Notes on the Demonstration Movies

Note that I am by no means any kind of expert in Flash or Swish programming Ė in fact, these were my first Flash/Swish attempts. More information & help can be obtained in various forums, such as www.flashkit.com. The files on www.web-vo were created on Swish 2.0, an inexpensive program which creates "Flash" compatible animations. Swish can be downloaded at www.swishzone.com. Swish 2.0 seems to be an excellent program, however I have no "Flash" experience, so I canít compare the programs. I chose Swish simply because it fit my budget, as an amateur web animation programmer.

The two movies (Modem & High Speed) are very similar, The opening scenes were prepared differently in order to demonstrate differences in connect speed techniques. Iíve avoided a "preloading" message in the presentation, instead using other techniques to force the viewer to be occupied during preloading.

1.    "Intro Text Crawl"

I used the opening text crawl primarily to stall for time Ė to allow the flash/mp3 files time to load for the following scene. At the same time I was able to communicate important information.

2.     "Damned if you do"

I placed that segment at its location (the beginning) because the following scene required a considerable amount of time to preload. Forcing the viewer to "play around", to discover the different sounds they get when rolling over the buttons eats up valuable preloading time. The "High-Speed" version uses higher quality sound files.

3.    "Hosting Company" Advertisement.

I used two music loops for the background, and a simple text crawl to demonstrate how to use a voice-over to help deliver a message. The "High-Speed" version uses mp3 files encoded at higher bit-rates, in stereo, while the "Low-Speed" version is in mono, at lower bit rates.

4.    "Statue of Liberty"

The "High-Speed" version sound track was one I already had on hand from a previous "non-internet" project. I inserted the complete sound track segment and prepared the visual scene to follow the sound track. Iíve found that itís almost impossible to force "synchronization" of the visuals with a long sound track. Different computers play the visuals and effects at totally different rates. However, if the visuals and sounds allow for some slack, an effective presentation segment can be prepared.

The "Low Speed" version sound track was created after realizing that synchronization was too far off at modem download speed. I chopped the sound track into segments, and created a sound effect loop from the beginning of the original scene. The loop runs continuously, which helps to mask the fact that the rest of the audio track starts and stops, being triggered by the completion of the visual effects.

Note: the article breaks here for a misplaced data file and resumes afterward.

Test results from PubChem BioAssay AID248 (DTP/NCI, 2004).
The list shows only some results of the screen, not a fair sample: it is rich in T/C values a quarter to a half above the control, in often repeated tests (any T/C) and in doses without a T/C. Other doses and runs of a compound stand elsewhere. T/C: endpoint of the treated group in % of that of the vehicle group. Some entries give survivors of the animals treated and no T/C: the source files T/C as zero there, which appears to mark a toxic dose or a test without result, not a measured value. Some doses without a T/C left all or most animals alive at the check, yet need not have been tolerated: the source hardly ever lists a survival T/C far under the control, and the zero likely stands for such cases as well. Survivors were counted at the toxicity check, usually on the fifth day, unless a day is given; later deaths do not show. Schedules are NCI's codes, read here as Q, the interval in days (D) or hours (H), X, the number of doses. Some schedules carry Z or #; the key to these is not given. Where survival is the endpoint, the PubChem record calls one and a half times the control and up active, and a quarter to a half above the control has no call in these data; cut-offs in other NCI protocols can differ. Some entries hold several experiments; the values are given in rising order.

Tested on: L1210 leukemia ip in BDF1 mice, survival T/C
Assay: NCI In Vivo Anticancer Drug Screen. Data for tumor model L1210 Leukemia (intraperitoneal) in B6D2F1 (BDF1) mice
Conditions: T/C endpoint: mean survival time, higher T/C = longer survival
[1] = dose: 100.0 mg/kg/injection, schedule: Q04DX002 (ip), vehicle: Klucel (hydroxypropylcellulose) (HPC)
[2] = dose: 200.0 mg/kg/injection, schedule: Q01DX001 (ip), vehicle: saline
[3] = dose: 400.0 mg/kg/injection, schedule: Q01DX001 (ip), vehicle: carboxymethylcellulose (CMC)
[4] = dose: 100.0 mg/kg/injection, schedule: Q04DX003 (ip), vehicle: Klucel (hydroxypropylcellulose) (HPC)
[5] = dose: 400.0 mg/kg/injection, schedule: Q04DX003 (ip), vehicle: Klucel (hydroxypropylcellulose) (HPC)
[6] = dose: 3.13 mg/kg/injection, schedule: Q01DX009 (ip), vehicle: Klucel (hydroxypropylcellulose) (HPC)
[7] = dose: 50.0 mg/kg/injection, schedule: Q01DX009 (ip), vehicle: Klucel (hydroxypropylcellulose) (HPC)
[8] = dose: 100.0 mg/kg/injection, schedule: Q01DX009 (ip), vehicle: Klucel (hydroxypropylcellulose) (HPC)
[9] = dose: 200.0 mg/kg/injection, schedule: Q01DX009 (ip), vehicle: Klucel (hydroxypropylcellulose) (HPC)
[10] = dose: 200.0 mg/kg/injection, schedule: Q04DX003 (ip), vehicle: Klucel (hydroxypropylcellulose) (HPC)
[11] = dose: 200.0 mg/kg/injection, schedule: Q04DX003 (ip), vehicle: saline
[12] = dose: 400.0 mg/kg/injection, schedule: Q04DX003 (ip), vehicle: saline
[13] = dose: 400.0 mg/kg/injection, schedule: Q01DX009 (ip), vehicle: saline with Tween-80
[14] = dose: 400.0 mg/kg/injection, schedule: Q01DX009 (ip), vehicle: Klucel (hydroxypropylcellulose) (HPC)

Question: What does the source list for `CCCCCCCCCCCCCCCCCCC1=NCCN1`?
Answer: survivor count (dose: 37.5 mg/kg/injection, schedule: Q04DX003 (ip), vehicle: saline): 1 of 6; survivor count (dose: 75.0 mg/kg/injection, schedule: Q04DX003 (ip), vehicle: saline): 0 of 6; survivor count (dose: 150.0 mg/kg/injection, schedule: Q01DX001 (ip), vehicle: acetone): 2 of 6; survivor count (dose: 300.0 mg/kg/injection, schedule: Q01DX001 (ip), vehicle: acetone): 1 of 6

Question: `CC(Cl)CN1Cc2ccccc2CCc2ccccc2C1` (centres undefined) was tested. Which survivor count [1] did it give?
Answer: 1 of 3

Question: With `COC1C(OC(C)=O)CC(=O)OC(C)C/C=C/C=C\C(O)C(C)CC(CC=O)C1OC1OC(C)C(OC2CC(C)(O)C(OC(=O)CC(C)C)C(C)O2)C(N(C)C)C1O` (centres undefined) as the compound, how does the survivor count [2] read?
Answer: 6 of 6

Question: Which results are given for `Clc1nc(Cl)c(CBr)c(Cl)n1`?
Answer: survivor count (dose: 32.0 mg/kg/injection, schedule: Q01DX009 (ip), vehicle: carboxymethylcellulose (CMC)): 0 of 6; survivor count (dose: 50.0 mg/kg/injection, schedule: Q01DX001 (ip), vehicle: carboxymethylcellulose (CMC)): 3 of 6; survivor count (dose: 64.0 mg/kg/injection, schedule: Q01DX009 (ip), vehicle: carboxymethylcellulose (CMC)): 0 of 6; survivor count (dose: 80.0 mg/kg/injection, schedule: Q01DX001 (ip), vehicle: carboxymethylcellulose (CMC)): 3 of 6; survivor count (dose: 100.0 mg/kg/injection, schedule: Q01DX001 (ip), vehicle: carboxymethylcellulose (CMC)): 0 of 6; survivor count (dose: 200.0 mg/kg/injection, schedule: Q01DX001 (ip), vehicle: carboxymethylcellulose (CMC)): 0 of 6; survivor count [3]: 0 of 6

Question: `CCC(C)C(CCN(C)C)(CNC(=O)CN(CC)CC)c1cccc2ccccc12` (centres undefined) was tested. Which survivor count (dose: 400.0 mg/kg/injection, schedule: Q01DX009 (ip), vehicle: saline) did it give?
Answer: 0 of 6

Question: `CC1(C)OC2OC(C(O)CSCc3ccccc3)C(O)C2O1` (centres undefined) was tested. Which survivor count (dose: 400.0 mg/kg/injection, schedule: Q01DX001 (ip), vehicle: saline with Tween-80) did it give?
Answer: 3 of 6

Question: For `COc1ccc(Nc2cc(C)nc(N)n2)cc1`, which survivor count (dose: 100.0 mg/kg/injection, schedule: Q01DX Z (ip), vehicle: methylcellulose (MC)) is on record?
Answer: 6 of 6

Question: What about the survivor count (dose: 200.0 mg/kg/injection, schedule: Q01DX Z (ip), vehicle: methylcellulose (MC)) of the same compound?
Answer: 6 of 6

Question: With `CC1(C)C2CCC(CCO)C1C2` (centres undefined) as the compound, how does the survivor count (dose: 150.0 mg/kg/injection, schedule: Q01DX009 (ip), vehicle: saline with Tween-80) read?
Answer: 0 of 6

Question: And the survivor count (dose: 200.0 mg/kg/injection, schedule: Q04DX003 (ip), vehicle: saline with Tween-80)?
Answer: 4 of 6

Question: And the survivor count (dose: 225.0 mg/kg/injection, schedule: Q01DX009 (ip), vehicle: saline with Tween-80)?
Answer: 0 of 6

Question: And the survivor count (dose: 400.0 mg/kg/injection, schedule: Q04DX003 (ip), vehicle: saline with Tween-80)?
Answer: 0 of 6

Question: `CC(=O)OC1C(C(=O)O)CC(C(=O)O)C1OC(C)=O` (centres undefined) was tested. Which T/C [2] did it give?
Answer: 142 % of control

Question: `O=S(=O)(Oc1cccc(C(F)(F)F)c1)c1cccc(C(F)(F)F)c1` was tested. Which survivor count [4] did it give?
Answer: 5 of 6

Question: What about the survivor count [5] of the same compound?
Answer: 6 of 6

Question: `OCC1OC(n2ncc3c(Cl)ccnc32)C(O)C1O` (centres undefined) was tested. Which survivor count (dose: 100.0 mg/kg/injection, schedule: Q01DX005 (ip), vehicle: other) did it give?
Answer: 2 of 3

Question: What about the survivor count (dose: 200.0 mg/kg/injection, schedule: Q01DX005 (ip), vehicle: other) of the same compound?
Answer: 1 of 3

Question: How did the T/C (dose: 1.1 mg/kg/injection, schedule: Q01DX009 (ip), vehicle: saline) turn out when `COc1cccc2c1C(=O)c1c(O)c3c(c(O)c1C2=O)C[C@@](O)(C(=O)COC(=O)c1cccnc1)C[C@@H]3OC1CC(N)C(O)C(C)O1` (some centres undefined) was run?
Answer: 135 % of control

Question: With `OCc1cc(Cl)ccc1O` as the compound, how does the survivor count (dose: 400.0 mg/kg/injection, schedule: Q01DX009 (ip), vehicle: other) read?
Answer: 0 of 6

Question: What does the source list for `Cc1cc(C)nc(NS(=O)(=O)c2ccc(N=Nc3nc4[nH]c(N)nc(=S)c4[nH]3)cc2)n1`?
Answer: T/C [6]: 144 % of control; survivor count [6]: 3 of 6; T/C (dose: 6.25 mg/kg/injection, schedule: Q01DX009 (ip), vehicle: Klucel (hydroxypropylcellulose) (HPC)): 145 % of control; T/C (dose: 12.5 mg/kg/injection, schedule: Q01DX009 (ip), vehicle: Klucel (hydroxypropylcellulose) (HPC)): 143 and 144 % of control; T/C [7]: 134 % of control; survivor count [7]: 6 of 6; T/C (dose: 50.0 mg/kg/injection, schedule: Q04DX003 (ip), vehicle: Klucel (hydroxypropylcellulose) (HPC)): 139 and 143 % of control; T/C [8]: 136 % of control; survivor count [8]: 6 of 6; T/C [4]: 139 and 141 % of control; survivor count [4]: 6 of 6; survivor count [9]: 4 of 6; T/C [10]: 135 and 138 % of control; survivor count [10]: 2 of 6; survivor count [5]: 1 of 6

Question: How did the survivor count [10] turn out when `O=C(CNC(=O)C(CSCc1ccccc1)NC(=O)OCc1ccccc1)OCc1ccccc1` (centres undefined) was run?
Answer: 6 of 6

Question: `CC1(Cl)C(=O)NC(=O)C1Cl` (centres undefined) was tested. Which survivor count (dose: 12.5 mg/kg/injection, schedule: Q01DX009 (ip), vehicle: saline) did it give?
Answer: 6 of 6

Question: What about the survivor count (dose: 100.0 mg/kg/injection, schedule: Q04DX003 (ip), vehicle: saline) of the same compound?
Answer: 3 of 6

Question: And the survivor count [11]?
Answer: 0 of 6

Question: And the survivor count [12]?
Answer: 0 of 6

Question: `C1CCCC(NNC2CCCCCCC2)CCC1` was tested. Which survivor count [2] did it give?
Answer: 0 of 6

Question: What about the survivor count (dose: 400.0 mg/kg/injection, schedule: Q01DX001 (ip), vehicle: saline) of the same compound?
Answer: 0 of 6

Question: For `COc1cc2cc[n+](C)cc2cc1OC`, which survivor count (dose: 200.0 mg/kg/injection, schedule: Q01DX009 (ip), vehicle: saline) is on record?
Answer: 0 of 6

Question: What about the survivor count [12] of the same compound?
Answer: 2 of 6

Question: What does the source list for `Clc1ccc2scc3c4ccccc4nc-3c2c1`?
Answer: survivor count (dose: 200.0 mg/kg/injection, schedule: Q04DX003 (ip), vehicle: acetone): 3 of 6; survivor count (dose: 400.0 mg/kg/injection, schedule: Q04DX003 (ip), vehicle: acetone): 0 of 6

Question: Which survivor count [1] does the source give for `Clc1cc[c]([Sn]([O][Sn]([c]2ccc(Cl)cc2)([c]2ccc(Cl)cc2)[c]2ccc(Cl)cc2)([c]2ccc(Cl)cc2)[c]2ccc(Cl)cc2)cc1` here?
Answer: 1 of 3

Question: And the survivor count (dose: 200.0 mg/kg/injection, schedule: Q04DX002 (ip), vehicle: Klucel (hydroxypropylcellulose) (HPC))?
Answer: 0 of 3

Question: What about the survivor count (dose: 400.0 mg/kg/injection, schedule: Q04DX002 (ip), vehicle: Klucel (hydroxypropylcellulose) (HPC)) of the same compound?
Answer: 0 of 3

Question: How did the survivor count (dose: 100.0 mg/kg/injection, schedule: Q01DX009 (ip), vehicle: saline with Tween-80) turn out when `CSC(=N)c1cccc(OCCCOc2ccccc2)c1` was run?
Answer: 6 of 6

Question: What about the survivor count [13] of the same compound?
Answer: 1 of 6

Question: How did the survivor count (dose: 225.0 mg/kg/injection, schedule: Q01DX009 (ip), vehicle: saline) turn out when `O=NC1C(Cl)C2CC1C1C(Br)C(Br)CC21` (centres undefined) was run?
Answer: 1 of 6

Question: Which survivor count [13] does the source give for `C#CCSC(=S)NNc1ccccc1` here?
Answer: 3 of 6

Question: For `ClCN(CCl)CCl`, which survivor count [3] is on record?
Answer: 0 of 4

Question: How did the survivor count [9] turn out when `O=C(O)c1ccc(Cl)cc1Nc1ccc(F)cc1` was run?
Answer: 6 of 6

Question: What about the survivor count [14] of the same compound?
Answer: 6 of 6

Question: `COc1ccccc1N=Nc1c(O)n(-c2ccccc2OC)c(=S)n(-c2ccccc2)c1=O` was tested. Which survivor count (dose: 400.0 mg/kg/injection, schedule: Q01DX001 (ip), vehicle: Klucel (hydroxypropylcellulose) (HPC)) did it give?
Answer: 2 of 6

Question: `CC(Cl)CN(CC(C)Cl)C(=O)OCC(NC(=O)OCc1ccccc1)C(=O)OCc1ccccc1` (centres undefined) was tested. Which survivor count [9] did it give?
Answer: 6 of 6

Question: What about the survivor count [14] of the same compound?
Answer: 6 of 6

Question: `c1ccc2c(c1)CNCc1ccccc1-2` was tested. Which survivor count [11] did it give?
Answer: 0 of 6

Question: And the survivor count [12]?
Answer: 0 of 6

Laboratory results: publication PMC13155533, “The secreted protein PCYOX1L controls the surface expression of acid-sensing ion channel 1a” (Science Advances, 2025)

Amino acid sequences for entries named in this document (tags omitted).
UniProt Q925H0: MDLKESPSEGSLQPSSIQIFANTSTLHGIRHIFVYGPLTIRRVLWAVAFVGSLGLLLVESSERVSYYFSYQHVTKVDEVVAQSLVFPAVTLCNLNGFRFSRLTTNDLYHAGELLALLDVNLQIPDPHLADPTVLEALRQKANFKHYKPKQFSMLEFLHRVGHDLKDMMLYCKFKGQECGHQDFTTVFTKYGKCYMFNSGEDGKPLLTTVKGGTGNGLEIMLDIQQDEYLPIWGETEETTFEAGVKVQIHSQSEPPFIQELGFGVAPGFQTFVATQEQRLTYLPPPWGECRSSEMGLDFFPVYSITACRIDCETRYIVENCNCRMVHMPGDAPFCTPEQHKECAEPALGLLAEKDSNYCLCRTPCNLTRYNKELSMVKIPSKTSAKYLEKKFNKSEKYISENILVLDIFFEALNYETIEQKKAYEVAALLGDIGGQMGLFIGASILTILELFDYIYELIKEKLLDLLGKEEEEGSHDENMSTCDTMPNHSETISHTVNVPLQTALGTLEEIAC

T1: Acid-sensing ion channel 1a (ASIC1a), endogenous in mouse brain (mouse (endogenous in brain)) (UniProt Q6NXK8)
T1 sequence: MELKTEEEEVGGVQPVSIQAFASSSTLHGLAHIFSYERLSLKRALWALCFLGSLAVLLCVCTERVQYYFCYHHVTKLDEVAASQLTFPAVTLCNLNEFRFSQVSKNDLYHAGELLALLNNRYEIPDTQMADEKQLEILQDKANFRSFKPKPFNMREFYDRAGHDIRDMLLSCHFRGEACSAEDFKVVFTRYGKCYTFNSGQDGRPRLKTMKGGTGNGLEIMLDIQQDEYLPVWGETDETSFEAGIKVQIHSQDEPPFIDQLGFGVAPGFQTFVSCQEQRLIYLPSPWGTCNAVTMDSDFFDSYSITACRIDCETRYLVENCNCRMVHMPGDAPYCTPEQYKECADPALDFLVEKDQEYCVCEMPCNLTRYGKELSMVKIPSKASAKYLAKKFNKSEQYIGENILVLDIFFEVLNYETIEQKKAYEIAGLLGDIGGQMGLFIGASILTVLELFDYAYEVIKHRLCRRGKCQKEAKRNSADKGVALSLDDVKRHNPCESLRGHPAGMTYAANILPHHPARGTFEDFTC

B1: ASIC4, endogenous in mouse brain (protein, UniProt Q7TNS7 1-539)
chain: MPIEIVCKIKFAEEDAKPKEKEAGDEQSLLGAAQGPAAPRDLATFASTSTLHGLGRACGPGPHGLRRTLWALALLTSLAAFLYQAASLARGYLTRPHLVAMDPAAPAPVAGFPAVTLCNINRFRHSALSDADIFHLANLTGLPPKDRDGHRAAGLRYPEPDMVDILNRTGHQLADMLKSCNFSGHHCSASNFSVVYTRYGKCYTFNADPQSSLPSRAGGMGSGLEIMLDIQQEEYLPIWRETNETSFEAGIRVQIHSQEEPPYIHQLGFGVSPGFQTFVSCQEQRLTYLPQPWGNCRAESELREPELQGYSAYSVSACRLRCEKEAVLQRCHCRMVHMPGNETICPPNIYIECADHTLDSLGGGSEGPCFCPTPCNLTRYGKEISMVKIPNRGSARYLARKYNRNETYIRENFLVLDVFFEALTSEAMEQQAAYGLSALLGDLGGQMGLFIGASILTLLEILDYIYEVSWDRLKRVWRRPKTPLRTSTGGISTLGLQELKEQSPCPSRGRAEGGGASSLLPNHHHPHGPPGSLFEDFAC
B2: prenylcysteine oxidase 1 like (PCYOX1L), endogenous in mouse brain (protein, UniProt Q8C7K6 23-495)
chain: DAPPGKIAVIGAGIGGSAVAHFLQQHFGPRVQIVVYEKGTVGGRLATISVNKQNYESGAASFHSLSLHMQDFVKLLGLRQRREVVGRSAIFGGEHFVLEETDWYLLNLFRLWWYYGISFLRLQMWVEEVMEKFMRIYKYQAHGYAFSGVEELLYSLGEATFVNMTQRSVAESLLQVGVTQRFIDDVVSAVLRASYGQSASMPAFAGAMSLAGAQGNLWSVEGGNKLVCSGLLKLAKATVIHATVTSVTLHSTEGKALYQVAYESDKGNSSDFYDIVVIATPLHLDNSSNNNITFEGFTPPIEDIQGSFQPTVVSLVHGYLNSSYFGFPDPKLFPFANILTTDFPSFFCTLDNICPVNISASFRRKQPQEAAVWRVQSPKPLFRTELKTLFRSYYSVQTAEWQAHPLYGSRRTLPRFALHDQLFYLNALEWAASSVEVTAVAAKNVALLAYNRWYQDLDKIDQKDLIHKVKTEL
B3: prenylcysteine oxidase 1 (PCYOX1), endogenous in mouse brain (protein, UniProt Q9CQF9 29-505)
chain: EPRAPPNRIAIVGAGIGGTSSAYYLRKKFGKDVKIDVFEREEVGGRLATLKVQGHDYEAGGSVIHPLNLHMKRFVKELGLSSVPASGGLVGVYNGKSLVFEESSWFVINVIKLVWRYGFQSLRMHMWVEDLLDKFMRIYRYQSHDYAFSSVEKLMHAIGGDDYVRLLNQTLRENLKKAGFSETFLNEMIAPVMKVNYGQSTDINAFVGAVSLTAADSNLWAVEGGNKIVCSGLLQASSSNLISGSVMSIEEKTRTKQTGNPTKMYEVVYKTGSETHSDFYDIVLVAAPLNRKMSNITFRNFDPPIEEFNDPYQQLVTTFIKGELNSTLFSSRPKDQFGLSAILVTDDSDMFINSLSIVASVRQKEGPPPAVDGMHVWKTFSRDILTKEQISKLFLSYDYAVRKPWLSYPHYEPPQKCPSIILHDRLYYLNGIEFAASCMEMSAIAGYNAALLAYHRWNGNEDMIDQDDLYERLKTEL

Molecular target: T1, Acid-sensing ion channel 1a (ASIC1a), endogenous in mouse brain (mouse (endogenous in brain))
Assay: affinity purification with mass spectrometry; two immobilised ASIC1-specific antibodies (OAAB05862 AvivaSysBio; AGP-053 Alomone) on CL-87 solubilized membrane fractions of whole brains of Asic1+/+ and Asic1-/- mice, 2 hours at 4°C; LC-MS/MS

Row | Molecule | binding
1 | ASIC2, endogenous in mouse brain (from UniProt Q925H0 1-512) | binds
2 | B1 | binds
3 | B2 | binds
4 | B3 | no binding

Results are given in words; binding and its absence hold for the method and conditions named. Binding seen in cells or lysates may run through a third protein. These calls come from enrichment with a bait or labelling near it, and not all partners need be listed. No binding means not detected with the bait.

5.    Desert Ecology

I created this scene from scratch, to demonstrate how old-fashioned "multimedia" presentation techniques can be applied to Internet presentations.

Years ago, before video projection systems became common, companies would produce extravagant multimedia slideshow presentations, using sometimes hundreds of slide projectors, along with, what was at the time, very sophisticated presentation technology. While video has in the last few decades, replaced this format, many remember these presentations as being far more effective, in terms of emotional content, than many of todayís video presentations.

It is my belief that these presentation techniques can be applied to Internet presentations to create shows that are enjoyable, sophisticated, and extremely moving. (I didnít try that here, this is just a technical demonstration.)

I started creating this segment intending to produce a strictly "High-Speed" version, but I found that with just a few changes, it would play almost as well at 33.6K, so it ended up producing it as a low-speed version, only.

I used two short background music segments, and repeat them alternately, in order to reduce downloading time. The music is allowed to "Pause" momentarily to enhance the "Dramatic" effect. The voice-over is spaced-out, filled in with the music segments. This gives the illusion of a continuous stream of music and narration.

When I get time, I hope to produce a similar "High-Speed" only version using similar techniques, with High-Definition images, to demonstrate more fully what kind of emotional impact can be created.

6.    Learning "Math"

I created this to demonstrate how narration can be used to enhance an interactive "learning" experience. The natural pauses in the presentation allow the information to "sink-in" while allowing for high quality audio, even at modem download speeds.

7.    "Our Hero"

    Of course, voice-over has been used in animated sequences as early as synchronized sound became practical in the movies.

8.    "Spotlight"

Voice-over can provide the story, as well as humor in a sequence.

 

 

I Hope you enjoy the presentation.

-Travis